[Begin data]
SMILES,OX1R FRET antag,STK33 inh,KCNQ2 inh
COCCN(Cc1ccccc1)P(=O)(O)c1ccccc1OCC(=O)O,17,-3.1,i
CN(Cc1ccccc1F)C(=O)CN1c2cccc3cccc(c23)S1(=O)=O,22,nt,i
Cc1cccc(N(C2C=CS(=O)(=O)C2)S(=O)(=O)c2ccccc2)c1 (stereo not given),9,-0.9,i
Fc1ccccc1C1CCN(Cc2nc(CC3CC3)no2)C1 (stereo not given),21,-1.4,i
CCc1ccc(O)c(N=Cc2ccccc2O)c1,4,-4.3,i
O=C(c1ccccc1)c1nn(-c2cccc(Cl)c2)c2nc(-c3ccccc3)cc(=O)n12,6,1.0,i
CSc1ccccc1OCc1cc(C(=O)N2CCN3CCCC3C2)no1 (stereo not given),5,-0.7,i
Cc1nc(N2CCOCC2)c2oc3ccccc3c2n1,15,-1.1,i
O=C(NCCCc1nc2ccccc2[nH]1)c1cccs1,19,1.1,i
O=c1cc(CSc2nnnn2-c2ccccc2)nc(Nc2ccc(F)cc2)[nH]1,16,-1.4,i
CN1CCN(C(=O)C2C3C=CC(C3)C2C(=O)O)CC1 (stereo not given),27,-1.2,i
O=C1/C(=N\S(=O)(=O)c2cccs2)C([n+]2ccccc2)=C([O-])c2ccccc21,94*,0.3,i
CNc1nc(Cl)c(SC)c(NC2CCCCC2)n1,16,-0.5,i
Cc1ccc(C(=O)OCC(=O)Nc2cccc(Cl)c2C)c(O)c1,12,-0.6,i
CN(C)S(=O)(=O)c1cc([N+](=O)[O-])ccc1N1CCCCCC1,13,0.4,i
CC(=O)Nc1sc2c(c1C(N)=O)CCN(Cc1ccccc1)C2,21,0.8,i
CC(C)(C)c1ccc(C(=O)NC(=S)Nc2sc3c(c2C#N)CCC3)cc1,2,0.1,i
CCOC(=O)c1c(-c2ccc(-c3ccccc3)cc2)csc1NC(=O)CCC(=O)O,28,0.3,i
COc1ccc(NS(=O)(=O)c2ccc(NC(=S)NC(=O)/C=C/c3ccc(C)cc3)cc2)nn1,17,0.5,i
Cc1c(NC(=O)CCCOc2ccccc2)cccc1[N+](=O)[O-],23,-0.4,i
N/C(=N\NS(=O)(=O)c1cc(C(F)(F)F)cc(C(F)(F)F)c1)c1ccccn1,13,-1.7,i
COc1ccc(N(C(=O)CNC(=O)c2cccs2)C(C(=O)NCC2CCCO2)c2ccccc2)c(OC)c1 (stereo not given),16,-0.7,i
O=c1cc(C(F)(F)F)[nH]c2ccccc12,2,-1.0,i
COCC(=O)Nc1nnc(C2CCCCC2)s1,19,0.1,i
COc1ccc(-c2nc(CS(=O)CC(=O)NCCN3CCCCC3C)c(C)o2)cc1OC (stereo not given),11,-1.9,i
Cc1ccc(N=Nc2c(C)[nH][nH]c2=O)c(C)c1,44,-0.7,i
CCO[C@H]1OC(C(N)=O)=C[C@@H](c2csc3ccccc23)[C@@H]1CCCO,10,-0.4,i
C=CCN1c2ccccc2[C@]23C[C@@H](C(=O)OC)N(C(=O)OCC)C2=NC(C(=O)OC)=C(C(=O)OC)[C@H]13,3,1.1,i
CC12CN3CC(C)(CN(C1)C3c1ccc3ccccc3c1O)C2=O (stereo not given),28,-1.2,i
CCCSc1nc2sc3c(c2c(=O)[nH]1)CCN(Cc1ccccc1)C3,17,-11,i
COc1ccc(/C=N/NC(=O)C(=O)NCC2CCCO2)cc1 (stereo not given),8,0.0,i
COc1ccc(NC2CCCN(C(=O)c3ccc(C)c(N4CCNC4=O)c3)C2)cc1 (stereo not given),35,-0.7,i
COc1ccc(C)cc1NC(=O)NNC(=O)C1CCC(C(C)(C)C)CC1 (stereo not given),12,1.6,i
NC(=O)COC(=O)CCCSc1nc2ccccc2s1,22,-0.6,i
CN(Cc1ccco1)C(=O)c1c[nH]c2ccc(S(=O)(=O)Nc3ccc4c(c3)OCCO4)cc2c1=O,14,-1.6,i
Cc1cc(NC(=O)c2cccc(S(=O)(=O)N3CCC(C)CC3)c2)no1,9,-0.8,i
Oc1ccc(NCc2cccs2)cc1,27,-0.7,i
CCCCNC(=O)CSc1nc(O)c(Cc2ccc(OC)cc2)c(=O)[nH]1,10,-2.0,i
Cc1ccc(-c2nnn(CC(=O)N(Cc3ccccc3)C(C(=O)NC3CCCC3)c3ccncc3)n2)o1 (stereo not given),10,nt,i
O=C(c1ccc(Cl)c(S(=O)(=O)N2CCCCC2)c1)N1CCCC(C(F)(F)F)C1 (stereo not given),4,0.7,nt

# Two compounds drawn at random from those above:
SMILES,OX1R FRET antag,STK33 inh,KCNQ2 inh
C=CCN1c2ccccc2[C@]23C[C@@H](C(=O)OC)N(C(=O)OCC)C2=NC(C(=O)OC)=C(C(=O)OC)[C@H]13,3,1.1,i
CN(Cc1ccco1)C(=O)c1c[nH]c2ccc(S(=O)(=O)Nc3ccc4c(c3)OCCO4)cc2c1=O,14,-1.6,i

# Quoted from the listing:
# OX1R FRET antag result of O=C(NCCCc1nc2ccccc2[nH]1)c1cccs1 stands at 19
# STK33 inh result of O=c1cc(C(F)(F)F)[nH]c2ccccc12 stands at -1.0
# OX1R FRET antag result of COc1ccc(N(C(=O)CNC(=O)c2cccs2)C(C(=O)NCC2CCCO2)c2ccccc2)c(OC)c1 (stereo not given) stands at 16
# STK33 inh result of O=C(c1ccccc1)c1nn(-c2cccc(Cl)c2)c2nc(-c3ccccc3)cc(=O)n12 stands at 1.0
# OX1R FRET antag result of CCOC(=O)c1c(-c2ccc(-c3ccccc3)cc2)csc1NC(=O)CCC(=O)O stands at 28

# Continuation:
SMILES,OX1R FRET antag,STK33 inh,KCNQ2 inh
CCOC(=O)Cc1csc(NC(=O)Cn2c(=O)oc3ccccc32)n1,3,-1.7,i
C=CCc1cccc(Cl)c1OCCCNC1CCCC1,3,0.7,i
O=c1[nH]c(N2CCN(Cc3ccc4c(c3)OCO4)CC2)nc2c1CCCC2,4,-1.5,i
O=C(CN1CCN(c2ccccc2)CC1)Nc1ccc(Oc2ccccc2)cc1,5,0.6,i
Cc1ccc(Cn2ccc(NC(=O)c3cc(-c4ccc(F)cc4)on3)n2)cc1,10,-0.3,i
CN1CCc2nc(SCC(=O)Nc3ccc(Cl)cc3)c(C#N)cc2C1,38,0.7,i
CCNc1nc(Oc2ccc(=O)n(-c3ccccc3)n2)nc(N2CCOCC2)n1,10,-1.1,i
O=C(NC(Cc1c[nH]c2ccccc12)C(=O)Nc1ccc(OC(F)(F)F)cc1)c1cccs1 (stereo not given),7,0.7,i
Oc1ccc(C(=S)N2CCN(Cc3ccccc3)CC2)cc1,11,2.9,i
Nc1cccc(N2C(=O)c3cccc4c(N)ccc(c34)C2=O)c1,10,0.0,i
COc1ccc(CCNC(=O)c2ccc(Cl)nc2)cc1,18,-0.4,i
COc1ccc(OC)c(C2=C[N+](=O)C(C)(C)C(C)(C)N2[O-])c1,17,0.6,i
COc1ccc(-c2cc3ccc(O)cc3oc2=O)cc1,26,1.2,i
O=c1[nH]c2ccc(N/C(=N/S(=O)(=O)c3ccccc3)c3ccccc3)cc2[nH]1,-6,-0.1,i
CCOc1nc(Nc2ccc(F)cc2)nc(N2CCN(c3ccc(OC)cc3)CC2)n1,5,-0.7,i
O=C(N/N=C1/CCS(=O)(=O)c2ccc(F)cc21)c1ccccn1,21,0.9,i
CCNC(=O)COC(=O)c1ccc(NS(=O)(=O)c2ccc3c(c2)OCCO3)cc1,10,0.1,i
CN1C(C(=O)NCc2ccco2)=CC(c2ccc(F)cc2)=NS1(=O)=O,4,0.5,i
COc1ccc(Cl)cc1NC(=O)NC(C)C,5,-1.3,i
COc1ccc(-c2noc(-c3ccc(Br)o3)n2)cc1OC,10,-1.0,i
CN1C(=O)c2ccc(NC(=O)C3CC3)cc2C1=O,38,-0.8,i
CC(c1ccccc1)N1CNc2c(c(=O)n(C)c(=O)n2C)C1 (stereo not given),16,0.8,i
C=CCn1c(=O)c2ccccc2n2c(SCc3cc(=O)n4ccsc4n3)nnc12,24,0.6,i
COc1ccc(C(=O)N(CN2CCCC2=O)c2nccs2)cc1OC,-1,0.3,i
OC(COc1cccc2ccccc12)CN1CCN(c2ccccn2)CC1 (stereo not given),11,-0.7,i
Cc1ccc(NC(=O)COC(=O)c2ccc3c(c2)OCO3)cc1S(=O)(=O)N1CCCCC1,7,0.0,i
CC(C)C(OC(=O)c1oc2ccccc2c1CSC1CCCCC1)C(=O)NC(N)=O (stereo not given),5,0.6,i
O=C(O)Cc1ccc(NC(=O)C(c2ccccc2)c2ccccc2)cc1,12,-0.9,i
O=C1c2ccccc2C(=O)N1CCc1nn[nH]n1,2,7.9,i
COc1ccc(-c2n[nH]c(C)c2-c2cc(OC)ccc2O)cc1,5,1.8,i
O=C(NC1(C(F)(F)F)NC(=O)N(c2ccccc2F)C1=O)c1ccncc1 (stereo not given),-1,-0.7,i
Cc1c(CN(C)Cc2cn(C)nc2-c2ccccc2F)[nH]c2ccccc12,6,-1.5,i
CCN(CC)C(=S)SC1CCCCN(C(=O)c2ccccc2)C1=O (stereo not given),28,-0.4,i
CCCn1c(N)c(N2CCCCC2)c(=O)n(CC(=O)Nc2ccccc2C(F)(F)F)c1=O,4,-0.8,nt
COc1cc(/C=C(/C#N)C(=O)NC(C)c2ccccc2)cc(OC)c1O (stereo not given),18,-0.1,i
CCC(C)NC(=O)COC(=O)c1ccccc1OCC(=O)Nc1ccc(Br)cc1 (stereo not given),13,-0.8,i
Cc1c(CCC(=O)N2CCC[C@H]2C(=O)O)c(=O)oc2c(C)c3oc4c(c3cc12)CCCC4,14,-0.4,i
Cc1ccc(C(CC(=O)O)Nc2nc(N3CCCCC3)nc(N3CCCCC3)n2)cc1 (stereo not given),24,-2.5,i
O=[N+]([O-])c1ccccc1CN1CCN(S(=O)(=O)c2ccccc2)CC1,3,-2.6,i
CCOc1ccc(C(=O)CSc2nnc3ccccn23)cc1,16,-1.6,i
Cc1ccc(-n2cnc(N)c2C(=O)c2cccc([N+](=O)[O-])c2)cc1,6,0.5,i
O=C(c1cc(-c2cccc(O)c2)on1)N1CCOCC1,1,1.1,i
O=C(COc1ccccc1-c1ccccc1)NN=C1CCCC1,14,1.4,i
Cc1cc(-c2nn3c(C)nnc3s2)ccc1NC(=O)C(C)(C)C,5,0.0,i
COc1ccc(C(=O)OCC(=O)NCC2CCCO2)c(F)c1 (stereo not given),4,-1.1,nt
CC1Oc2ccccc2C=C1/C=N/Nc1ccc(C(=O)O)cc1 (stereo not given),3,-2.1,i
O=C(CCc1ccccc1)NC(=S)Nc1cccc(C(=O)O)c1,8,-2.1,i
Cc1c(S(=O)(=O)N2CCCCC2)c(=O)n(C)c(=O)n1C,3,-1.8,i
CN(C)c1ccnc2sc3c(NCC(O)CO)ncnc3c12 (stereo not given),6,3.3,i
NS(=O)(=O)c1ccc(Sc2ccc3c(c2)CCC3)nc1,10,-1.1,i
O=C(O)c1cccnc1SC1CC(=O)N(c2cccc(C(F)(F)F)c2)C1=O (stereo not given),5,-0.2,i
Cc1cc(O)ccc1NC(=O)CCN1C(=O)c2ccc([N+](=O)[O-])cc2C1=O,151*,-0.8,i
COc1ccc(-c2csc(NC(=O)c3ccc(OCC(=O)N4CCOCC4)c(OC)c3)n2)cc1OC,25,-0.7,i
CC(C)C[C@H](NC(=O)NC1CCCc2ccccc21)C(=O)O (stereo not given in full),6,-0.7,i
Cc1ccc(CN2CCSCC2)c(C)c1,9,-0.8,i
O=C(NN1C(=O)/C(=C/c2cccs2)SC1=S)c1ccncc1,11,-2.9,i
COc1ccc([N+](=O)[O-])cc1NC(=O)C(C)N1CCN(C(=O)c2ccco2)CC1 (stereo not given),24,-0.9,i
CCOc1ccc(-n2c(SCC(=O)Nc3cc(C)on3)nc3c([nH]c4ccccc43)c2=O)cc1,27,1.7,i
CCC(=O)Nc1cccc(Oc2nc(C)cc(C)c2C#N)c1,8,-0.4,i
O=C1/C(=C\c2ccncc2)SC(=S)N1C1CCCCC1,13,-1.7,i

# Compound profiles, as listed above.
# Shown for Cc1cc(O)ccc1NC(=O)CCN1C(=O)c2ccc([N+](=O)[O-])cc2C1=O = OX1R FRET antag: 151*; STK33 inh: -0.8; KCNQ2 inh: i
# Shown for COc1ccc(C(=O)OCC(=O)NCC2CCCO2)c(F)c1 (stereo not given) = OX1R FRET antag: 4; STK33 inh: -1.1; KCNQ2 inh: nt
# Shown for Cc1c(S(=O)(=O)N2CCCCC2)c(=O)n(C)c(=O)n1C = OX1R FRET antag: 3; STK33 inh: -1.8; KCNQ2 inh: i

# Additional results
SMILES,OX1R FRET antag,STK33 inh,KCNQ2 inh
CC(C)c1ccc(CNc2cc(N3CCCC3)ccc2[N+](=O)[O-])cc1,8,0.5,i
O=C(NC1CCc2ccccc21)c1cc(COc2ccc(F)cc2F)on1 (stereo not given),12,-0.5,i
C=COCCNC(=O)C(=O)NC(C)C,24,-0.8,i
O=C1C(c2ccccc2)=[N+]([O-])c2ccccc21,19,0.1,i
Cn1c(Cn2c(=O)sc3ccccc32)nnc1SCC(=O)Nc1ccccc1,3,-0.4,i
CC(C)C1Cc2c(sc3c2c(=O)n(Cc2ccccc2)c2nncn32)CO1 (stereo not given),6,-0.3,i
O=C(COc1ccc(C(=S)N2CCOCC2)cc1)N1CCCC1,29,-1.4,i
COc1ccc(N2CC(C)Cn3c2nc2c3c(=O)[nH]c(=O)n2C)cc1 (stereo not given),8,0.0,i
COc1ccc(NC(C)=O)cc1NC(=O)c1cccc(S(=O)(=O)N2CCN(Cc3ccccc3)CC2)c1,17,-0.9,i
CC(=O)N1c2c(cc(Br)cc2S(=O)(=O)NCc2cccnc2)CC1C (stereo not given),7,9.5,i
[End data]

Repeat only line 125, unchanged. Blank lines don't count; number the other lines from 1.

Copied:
CC(C)C1Cc2c(sc3c2c(=O)n(Cc2ccccc2)c2nncn32)CO1 (stereo not given),6,-0.3,i